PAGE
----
Transfer Pricing Associates

South Africa: affordable vs. innovative medicines

post Thursday January 23, 2014

Tags: ip, policy, south africa

Pillen - hartvorm

South Africa faces a moment of truth. The South African Trade and Industry Minister Rob Davies is currently crafting the South Africa National Intellectual Property Policy and this lighted up the debate about access to drugs and affordable medicines.

IP protection is needed because it ensures that new products, such as life changing drugs, can be developed. It is a tough dilemma because, on the one hand we want affordable medicines for the citizens and on the other hand protection is needed to stimulate innovation to develop new medicines for the future.

A hard decision has to be made by the policymakers. They need to choose between shoring up the protections that encourage the development of medicines that enhance and extend life, or sabotaging innovation through weakening the patent system.

The drug companies umbrella body, the Innovative Pharmaceutical Association of South Africa (IPASA), chose a Washington-based, lobbying firm called Public Affairs Engagement (PAE) to lead the charge against the draft IP policy in South Africa. The plan was to launch a campaign throughout Africa an d Europe to strengthen the patent protection for crucial drugs.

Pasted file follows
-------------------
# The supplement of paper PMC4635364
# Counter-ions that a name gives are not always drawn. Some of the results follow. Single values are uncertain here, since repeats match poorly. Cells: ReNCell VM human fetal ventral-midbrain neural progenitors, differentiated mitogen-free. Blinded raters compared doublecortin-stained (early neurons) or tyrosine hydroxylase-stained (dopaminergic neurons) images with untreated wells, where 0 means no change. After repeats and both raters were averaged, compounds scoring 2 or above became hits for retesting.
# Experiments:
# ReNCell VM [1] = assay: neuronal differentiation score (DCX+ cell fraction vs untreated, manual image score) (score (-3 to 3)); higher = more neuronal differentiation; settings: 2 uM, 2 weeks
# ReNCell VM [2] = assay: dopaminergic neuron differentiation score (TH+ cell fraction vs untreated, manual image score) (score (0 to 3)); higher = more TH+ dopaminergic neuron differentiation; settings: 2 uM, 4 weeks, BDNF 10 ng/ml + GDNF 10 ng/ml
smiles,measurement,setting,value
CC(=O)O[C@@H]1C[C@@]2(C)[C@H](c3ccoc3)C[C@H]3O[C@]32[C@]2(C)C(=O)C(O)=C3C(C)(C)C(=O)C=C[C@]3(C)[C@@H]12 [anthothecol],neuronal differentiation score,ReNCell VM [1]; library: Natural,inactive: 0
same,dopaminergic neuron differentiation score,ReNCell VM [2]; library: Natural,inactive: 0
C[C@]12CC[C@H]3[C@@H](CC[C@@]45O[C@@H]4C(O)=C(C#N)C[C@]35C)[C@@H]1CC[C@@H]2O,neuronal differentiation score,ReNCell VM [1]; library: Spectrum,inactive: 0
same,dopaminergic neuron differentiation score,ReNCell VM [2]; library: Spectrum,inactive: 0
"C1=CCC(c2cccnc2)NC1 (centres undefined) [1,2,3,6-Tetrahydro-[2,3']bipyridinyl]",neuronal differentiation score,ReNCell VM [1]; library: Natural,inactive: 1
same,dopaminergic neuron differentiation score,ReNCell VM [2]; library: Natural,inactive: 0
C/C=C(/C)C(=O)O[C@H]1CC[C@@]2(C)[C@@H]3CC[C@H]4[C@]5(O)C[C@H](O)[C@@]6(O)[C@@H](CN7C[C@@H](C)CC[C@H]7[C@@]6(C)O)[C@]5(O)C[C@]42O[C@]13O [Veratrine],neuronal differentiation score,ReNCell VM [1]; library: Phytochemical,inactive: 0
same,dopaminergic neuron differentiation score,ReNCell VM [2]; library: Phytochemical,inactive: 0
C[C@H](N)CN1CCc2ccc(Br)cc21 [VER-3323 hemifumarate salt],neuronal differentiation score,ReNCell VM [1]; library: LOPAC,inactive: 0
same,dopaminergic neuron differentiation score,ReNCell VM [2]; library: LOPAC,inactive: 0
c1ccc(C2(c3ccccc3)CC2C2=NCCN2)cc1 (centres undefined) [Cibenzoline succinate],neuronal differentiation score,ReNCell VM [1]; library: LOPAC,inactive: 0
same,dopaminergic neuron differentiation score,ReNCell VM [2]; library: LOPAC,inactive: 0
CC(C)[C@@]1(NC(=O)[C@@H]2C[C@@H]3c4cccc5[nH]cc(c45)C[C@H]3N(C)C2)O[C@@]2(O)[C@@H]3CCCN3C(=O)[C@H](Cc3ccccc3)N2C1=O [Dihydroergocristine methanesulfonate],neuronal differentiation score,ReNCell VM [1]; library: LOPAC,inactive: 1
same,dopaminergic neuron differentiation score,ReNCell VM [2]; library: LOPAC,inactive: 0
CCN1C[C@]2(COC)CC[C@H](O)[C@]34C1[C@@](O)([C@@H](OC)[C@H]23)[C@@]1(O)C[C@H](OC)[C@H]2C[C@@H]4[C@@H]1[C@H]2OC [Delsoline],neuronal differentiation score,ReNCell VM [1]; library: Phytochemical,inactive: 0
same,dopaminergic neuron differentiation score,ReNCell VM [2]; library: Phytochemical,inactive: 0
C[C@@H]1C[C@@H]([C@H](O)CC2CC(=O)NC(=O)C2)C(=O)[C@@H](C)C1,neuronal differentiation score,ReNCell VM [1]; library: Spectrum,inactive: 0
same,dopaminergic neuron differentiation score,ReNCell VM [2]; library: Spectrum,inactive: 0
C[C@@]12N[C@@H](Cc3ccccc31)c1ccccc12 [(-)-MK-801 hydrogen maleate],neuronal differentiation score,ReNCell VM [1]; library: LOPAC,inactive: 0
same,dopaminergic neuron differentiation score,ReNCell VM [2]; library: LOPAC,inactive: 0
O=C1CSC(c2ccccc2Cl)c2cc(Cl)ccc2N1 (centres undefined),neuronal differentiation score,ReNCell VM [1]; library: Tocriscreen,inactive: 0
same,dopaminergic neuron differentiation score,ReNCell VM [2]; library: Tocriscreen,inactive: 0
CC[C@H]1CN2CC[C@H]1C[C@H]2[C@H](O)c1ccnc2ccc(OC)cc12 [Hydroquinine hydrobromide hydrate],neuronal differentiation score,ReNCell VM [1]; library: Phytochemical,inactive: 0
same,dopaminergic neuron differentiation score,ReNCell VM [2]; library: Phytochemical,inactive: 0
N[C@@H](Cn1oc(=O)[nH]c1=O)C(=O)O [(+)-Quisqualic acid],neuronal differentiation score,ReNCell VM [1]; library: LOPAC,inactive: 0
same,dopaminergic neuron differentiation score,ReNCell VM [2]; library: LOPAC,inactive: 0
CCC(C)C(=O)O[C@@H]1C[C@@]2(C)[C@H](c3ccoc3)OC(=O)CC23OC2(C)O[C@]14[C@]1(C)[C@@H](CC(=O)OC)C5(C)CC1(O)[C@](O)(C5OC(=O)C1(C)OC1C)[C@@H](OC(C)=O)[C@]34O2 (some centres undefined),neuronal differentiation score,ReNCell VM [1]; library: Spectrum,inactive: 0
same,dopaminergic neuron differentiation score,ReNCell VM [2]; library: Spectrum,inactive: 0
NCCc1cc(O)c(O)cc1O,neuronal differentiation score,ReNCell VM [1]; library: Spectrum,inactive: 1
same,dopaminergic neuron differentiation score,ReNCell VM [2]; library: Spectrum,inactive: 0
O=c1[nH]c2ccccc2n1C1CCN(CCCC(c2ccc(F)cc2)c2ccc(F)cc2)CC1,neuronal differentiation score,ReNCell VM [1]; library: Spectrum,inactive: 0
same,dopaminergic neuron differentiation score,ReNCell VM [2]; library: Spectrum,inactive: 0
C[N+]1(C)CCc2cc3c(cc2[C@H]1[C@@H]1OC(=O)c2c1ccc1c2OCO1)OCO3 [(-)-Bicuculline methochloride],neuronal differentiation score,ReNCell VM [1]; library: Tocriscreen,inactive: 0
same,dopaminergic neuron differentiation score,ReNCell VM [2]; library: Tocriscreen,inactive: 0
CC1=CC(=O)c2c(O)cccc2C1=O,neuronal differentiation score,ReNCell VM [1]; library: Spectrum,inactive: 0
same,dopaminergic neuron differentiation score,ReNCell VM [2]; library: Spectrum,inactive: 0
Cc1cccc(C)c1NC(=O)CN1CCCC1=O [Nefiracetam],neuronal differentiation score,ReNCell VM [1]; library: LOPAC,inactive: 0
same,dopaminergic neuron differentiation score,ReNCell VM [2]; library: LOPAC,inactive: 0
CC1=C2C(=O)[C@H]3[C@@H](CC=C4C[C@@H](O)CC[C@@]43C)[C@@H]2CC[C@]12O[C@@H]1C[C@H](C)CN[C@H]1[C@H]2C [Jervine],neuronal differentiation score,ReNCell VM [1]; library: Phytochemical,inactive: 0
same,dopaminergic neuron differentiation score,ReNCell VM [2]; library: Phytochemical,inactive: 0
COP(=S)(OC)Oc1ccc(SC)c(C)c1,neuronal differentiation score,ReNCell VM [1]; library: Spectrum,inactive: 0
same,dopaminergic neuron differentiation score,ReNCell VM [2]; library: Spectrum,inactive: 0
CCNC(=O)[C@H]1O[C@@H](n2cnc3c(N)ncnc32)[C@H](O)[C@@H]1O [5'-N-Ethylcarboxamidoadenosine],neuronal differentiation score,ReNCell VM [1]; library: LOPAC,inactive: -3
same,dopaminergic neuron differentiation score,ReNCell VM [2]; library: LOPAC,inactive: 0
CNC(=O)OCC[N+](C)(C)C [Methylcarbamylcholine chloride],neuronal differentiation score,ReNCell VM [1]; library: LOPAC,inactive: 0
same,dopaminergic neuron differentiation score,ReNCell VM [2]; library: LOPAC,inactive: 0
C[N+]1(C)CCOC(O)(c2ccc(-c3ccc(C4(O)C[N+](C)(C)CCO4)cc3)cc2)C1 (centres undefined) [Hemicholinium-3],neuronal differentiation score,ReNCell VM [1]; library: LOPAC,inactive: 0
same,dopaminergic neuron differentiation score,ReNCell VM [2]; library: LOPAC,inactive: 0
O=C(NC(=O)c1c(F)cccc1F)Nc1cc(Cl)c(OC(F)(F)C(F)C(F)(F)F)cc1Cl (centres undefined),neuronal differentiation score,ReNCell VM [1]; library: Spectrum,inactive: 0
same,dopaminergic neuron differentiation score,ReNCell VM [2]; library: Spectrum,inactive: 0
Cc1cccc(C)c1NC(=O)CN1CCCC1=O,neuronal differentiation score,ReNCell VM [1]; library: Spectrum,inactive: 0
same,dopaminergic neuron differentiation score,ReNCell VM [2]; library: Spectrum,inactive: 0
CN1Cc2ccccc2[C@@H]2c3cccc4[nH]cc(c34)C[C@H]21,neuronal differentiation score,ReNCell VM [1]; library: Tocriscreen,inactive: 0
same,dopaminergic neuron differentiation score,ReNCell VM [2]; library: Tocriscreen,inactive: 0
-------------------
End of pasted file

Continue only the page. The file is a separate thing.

In September 2013 the South African Trade and Industry Ministry published some key features of the draft IP policy in the government gazette. Two key features are patent protection for drugs and a substantive patent review system. 

South Africa has the highest number of HIV infected people in the world. Since 1995, the death rate from HIV/AIDS had decline with 85 percent because of, among others, innovative drugs. This shows the importance of these drugs. For this and also for other diseases it is essential that new medicines can be developed in the future to improve the quality of life of people.

India implemented its patent law in 2005 and hoped that innovation activities would increase. The patent law was one of the commitments it needed to fulfill in order to access the World Trade Organization (WTO). India adopted stronger intellectual property rules that would grant the international pharmaceutical industry greater protection and control India’s generic industry. But now, only two companies are doing research in India and investment funds have dropped. Investors need to have confidence in the locational decisions and assurance of intellectual property rights before they decide to enter the market.

South Africa can learn from this when modeling their own IP policy. They have to choose between progress and hope for new medicines or for weakening the patent system which most likely will result in more affordable medicines but fewer innovation in life changing medicines in the future. 

Source: IP Watchdog, IP Watch and Financial Times
Image courtesy of Nixxphotography /
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